Even though you can completely customize your TypeEngine article templates, there are certain best practices that we’ve found helpful.

Doctype

Be sure to declare an HTML5 doctype at the beginning of your template file.

<!DOCTYPE html>

Meta Tags

In the head of your template file, it’s a good idea to declare your character set, like so:

<meta http-equiv="Content-Type" content="text/html; charset=utf-8">

Adding this meta tag will help ensure your template’s scale and zoom level is correct.

<meta name="viewport" content="width=device-width, initial-scale=1.0, maximum-scale=1.0, user-scalable=0" />

Enabling Single Article CSS Controls

You can enable users to add article-specific CSS, by supporting the ${{Css}} template tag. Do this by adding a CSS block just before your closing tag. Here’s an example:

…

?{{Css}}
   <style>
      ${{Css}}
   </style>
?{{/Css}}

</head>

Combating Horizontal Scroll

Be sure to avoid conditions that will cause horizontal scroll in your template. If the content in your article extends beyond the width of the available space in your viewport, this not only will cause a frustrating user experience for readers, but it will render the swipe gesture to open the menu inoperable. While readers would still be able to tap the back button to open the menu, it is important to avoid conditions that will cause horizontal scroll.

Setting a Maximum Width on Assets

The most common contributor to undesired horizontal scroll is improper image handling. To combat this, when the Markdown method of adding image assets to an article is used in an article, we wrap the img tag with an additional element, like so:

<div class="asset-container">
  <figure>
    <img src="yourImageName.jpg" alt="This is the caption" title="This is a description" />
    <figcaption>This is the caption</figcaption>
  </figure>
</div>

Doing this gives you an easy hook to add the following style to your CSS:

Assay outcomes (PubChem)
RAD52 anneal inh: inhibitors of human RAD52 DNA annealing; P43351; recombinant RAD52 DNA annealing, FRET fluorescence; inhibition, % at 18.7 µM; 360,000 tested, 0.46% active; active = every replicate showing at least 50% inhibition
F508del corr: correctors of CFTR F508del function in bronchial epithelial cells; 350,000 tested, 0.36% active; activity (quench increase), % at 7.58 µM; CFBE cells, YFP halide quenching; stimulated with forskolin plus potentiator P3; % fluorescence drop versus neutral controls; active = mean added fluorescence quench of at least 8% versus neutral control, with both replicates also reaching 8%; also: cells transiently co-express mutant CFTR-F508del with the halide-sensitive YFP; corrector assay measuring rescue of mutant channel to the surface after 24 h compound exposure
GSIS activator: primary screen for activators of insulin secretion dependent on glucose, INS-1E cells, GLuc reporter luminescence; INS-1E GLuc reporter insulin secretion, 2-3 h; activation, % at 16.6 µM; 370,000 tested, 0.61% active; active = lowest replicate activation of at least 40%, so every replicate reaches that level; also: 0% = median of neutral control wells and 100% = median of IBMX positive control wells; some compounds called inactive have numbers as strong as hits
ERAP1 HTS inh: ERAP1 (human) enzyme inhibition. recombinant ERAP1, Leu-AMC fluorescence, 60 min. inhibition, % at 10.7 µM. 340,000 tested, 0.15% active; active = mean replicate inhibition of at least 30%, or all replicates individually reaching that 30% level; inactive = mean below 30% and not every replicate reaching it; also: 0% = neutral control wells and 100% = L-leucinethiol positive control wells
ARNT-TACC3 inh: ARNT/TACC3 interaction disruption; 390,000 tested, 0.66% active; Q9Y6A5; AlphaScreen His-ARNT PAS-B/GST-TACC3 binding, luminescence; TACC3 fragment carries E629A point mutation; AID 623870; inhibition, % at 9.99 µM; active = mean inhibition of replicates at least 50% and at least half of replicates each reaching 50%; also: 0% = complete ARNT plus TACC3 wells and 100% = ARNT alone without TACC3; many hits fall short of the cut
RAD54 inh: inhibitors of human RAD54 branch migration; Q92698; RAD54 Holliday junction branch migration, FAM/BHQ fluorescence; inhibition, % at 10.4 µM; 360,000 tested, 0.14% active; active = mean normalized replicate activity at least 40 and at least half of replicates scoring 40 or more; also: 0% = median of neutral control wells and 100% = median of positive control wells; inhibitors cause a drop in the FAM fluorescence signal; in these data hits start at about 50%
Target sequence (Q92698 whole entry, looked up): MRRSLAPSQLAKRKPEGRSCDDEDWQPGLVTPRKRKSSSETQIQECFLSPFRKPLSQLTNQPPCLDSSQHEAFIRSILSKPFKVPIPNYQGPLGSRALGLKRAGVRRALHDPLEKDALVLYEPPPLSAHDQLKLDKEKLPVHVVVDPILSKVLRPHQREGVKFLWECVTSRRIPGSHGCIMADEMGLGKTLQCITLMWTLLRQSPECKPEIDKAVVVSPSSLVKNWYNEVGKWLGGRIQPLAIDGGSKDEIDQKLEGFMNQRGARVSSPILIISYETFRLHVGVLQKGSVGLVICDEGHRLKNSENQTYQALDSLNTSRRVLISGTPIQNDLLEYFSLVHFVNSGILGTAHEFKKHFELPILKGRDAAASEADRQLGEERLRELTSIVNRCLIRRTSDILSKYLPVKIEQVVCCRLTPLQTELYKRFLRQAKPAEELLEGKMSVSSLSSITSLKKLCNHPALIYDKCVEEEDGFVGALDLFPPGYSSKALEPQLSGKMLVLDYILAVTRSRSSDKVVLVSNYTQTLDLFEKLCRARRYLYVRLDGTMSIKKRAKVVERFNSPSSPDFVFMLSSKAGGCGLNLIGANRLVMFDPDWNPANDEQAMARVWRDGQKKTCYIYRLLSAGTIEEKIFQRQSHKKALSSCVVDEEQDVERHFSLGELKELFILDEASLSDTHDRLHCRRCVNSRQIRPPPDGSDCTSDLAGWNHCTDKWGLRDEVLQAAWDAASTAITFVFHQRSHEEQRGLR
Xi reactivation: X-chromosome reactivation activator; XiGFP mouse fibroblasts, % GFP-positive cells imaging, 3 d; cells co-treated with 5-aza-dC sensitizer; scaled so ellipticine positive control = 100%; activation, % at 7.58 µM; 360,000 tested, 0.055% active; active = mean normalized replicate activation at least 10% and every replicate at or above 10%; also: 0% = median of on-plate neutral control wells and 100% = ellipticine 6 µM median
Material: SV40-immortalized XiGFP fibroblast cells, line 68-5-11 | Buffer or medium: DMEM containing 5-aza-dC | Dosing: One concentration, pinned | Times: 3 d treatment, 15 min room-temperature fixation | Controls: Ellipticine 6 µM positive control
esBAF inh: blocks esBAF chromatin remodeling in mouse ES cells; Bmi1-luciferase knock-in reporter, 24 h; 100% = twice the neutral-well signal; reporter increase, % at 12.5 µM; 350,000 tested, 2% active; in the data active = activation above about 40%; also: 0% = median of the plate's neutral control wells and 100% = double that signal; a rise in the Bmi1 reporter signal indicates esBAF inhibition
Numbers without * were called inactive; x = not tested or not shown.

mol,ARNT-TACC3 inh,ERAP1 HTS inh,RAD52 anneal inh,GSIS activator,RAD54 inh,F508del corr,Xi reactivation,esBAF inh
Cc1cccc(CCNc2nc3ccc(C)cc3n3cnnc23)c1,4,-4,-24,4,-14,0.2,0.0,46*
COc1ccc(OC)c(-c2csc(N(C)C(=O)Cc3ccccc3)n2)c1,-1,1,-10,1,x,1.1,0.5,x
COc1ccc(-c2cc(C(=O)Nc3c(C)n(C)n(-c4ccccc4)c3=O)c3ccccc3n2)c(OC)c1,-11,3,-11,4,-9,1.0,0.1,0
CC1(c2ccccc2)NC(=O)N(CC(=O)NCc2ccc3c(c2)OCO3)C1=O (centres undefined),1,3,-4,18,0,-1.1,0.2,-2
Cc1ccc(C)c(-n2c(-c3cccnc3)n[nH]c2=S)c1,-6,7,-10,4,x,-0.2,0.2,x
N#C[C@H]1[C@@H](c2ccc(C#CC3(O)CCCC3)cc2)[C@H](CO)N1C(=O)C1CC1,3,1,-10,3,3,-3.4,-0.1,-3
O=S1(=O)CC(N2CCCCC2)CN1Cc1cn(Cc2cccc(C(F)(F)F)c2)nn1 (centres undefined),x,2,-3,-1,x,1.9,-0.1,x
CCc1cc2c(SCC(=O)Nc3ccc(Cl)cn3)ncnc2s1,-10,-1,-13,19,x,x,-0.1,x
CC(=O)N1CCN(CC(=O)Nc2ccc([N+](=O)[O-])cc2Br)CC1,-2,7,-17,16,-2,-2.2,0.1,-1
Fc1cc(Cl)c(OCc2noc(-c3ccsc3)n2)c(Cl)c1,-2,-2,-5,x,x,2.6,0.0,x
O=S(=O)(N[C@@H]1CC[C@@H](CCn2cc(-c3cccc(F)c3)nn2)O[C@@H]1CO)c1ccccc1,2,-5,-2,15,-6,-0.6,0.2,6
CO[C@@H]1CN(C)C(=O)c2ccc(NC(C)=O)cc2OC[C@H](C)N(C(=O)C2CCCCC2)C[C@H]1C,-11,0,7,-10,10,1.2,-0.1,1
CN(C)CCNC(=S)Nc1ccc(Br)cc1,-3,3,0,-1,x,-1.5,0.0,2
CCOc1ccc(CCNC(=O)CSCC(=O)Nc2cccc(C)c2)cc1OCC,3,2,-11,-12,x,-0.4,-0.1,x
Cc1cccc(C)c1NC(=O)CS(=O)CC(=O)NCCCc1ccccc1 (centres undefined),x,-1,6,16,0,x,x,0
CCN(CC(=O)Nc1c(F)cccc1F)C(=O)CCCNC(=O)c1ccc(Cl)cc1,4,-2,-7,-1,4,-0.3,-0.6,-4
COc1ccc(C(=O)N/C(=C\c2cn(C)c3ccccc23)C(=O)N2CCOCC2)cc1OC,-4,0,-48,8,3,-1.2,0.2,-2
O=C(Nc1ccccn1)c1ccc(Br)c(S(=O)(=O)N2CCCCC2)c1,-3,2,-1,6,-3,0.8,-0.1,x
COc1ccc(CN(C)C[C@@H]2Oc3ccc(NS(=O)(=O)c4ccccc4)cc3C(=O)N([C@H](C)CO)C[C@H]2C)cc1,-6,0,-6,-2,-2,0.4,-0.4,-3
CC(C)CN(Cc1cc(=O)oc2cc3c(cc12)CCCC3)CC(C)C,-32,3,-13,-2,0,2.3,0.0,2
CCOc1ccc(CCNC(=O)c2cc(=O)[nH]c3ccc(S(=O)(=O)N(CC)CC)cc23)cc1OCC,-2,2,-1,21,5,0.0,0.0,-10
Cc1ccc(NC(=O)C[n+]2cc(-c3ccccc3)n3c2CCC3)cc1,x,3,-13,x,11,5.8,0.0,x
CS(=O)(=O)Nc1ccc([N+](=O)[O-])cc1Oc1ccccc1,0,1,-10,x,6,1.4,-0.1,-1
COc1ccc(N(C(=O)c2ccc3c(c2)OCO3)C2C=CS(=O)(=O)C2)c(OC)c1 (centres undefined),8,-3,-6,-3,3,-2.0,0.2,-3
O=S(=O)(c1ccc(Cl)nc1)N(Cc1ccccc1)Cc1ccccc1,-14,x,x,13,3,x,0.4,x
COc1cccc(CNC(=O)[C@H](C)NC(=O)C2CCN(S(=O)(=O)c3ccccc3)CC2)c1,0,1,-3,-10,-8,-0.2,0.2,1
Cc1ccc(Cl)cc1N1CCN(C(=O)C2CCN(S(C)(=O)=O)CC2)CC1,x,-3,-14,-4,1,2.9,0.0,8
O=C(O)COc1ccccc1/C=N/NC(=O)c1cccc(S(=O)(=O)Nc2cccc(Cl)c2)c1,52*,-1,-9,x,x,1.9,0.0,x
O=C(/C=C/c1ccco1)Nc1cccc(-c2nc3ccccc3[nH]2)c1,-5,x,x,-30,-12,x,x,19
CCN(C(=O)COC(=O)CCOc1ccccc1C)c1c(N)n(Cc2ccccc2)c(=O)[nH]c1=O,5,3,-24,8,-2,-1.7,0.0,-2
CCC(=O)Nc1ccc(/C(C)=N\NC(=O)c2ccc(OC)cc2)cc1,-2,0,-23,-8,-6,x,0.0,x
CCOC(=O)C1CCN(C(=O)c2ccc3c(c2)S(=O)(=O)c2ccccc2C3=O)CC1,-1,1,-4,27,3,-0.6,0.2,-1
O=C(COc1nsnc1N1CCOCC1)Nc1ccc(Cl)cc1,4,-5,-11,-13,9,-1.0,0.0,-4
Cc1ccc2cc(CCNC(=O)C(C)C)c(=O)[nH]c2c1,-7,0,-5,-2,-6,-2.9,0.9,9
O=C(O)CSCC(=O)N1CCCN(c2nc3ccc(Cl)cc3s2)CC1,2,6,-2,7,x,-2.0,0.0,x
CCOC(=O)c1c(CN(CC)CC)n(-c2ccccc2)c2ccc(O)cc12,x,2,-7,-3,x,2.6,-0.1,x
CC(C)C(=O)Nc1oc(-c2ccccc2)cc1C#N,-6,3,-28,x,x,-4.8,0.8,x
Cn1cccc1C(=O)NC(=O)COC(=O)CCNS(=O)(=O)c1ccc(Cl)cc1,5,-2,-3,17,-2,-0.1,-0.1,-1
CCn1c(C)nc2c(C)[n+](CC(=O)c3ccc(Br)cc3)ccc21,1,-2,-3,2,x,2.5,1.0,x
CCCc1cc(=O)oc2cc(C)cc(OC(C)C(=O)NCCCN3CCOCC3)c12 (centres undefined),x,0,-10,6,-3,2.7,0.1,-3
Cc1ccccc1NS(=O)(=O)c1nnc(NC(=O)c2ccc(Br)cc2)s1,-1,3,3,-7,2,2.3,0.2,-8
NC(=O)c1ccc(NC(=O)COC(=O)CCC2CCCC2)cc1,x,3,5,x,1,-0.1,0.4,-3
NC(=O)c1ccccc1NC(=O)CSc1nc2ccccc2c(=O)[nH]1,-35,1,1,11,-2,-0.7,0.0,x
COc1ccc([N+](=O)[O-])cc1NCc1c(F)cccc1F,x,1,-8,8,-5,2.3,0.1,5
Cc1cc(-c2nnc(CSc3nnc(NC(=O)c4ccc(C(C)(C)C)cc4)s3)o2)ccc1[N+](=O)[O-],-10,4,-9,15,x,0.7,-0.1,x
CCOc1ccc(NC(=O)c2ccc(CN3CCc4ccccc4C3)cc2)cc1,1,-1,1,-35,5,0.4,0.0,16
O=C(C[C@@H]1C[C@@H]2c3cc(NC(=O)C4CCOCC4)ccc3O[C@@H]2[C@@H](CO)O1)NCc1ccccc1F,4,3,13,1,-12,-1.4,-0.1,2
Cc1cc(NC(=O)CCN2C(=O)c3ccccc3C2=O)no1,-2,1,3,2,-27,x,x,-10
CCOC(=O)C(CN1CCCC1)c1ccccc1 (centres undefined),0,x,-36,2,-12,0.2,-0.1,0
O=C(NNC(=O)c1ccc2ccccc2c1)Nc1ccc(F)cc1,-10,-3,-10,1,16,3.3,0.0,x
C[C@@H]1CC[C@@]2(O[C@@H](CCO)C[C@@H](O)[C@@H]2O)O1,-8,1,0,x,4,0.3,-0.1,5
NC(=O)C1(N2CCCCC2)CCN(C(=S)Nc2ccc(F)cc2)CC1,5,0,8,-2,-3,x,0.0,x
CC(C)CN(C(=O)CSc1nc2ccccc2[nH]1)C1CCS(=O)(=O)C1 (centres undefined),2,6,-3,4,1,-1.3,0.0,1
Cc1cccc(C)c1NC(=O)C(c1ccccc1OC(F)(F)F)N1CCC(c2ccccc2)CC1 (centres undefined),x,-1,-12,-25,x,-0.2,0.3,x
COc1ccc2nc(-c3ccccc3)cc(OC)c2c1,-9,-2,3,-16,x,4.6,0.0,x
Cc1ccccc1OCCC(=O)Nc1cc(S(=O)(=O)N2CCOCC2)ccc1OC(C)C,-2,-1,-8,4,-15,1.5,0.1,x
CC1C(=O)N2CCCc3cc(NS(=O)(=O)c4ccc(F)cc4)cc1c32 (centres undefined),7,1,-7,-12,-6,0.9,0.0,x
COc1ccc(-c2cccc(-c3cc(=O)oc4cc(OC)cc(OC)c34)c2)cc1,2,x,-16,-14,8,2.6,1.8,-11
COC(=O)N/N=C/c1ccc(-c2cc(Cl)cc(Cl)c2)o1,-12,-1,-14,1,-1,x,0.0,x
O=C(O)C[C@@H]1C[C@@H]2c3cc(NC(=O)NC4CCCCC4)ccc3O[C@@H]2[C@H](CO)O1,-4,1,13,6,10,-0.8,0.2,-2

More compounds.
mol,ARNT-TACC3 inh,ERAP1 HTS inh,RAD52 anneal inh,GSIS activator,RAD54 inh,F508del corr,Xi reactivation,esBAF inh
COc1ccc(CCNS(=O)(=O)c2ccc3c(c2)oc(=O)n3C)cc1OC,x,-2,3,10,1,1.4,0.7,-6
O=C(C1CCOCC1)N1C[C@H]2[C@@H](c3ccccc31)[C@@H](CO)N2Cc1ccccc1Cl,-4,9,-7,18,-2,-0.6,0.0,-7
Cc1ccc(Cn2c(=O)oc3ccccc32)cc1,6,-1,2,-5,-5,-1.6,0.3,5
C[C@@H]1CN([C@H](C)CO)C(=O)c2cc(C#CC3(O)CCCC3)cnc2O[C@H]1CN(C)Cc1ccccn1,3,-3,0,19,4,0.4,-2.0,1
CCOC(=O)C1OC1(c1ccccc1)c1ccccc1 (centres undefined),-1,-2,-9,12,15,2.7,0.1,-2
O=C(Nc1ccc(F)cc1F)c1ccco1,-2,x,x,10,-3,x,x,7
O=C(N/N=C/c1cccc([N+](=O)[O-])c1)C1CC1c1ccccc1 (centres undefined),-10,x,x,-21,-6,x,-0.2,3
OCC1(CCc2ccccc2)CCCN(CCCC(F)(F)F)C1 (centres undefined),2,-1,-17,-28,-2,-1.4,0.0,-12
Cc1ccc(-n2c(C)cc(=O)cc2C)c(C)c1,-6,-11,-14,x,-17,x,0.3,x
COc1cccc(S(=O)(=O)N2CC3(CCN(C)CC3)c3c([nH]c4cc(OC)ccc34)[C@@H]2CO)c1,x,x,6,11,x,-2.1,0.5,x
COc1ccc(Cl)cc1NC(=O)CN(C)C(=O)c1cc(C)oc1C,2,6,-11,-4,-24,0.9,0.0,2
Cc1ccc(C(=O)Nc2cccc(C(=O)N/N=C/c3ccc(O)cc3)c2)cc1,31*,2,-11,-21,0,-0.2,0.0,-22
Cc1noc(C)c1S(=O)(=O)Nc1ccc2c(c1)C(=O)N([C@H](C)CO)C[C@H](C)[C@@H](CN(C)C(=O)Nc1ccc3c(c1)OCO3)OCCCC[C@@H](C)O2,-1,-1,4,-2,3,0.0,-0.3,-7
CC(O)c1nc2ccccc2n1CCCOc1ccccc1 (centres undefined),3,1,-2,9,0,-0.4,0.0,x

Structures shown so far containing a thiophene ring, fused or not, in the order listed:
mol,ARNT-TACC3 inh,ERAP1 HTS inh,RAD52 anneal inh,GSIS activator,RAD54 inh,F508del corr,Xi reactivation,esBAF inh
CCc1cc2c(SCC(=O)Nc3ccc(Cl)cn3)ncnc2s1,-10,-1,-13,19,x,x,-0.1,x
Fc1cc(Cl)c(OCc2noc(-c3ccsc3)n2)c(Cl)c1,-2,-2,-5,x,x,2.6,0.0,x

.asset-container img {
   max-width: 100%;
   height: auto;
}

This will ensure that any image within an element with a class of asset-container will only be as wide as it’s containing element, no matter how wide the actual image is.

Responsive Article Template Design

You will want to make adjustments to your template based on the device, viewport size, and screen capabilities that is viewing it. Do this by making use of media queries .

Device Support & Effective Resolution

Currently, TypeEngine supports devices running iOS 6+. Some of these devices have a retina screen, some don’t. There are also a variety of viewport widths to consider. Here is a matrix of devices TypeEngine supports, their viewport width, and whether they are retina screen-enabled:

Device Effective Resolution Retina?
iPhone 5s 320px x 568px check
iPhone 5c 320px x 568px check
iPhone 5 320px x 568px check
iPhone 4S 320px x 480px check
iPhone 4 320px x 480px check
iPhone 3GS 320px x 480px
iPod Touch (5th gen) 320px x 568px check
iPod Touch (4th gen) 320px x 480px check
iPad Air 768px x 1024px check
iPad (4th gen) 768px x 1024px check
iPad (3rd gen) 768px x 1024px check
iPad (2nd gen) 768px x 1024px
iPad Mini (2nd gen) 768px x 1024px check
iPad Mini (1st gen) 768px x 1024px

By targeting viewports using media queries in our CSS, we can create styles for the range of device resolutions and orientations. The possible breakpoints you might consider designing for are: 320 > 480 > 568 > 768 > 960 > 1024.

Here is one way to write CSS that targets iPod Touch and iPhone (all models) in portrait mode:

@media only screen and (min-device-width : 1px) and (max-device-width : 320px) {
   /* Write your CSS rules here */
}

Here is how to target iPod Touch and iPhone (3GS, 4, and 4S) in landscape orientation:

@media only screen and (min-device-width : 321px) and (max-device-width : 480px) {
   /* Write your CSS rules here */
}

And so on.

To target devices that have retina screens, regardless of their effective resolution, you can use this:

@media only screen and (-webkit-min-device-pixel-ratio: 1.5) {
   /* Write your CSS rules here*/
}